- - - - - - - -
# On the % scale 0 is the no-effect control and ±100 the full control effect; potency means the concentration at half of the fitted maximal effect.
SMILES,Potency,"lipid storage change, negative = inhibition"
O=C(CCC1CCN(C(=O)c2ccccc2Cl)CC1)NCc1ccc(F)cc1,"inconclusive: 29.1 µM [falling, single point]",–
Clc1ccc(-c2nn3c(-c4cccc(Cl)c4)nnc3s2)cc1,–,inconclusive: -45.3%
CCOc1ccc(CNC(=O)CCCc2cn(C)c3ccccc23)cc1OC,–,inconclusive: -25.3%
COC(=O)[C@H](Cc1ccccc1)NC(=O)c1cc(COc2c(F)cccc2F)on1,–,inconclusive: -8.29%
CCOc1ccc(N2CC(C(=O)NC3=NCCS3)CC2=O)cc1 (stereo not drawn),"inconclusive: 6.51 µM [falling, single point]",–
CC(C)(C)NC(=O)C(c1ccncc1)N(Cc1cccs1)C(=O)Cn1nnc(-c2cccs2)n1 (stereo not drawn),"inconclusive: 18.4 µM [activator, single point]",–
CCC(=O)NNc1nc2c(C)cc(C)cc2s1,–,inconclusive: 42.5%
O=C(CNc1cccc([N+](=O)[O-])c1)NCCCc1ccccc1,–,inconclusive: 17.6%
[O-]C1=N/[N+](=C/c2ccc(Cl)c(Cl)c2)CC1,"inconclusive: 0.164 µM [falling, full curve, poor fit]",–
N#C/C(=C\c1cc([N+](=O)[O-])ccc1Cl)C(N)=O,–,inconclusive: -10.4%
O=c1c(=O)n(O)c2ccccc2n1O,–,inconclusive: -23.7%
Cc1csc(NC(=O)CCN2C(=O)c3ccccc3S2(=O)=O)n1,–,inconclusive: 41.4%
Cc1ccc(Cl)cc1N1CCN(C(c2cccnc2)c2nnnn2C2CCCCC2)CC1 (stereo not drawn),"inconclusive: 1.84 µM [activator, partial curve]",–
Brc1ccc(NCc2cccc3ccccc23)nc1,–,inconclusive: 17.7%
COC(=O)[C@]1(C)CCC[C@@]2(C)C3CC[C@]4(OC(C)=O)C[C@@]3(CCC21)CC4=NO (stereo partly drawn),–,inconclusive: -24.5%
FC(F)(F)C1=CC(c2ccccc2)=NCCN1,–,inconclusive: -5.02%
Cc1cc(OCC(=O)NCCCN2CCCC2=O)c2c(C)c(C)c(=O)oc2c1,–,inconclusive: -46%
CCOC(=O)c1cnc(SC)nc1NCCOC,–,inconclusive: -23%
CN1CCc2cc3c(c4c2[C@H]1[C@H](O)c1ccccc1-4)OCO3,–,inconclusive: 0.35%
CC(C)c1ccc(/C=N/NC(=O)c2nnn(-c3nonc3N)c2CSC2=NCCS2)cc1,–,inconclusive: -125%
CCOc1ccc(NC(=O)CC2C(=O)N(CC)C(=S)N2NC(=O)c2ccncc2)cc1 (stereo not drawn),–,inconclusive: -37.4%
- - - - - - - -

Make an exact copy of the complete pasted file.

# On the % scale 0 is the no-effect control and ±100 the full control effect; potency means the concentration at half of the fitted maximal effect.
SMILES,Potency,"lipid storage change, negative = inhibition"
O=C(CCC1CCN(C(=O)c2ccccc2Cl)CC1)NCc1ccc(F)cc1,"inconclusive: 29.1 µM [falling, single point]",–
Clc1ccc(-c2nn3c(-c4cccc(Cl)c4)nnc3s2)cc1,–,inconclusive: -45.3%
CCOc1ccc(CNC(=O)CCCc2cn(C)c3ccccc23)cc1OC,–,inconclusive: -25.3%
COC(=O)[C@H](Cc1ccccc1)NC(=O)c1cc(COc2c(F)cccc2F)on1,–,inconclusive: -8.29%
CCOc1ccc(N2CC(C(=O)NC3=NCCS3)CC2=O)cc1 (stereo not drawn),"inconclusive: 6.51 µM [falling, single point]",–
CC(C)(C)NC(=O)C(c1ccncc1)N(Cc1cccs1)C(=O)Cn1nnc(-c2cccs2)n1 (stereo not drawn),"inconclusive: 18.4 µM [activator, single point]",–
CCC(=O)NNc1nc2c(C)cc(C)cc2s1,–,inconclusive: 42.5%
O=C(CNc1cccc([N+](=O)[O-])c1)NCCCc1ccccc1,–,inconclusive: 17.6%
[O-]C1=N/[N+](=C/c2ccc(Cl)c(Cl)c2)CC1,"inconclusive: 0.164 µM [falling, full curve, poor fit]",–
N#C/C(=C\c1cc([N+](=O)[O-])ccc1Cl)C(N)=O,–,inconclusive: -10.4%
O=c1c(=O)n(O)c2ccccc2n1O,–,inconclusive: -23.7%
Cc1csc(NC(=O)CCN2C(=O)c3ccccc3S2(=O)=O)n1,–,inconclusive: 41.4%
Cc1ccc(Cl)cc1N1CCN(C(c2cccnc2)c2nnnn2C2CCCCC2)CC1 (stereo not drawn),"inconclusive: 1.84 µM [activator, partial curve]",–
Brc1ccc(NCc2cccc3ccccc23)nc1,–,inconclusive: 17.7%
COC(=O)[C@]1(C)CCC[C@@]2(C)C3CC[C@]4(OC(C)=O)C[C@@]3(CCC21)CC4=NO (stereo partly drawn),–,inconclusive: -24.5%
FC(F)(F)C1=CC(c2ccccc2)=NCCN1,–,inconclusive: -5.02%
Cc1cc(OCC(=O)NCCCN2CCCC2=O)c2c(C)c(C)c(=O)oc2c1,–,inconclusive: -46%
CCOC(=O)c1cnc(SC)nc1NCCOC,–,inconclusive: -23%
CN1CCc2cc3c(c4c2[C@H]1[C@H](O)c1ccccc1-4)OCO3,–,inconclusive: 0.35%
CC(C)c1ccc(/C=N/NC(=O)c2nnn(-c3nonc3N)c2CSC2=NCCS2)cc1,–,inconclusive: -125%
CCOc1ccc(NC(=O)CC2C(=O)N(CC)C(=S)N2NC(=O)c2ccncc2)cc1 (stereo not drawn),–,inconclusive: -37.4%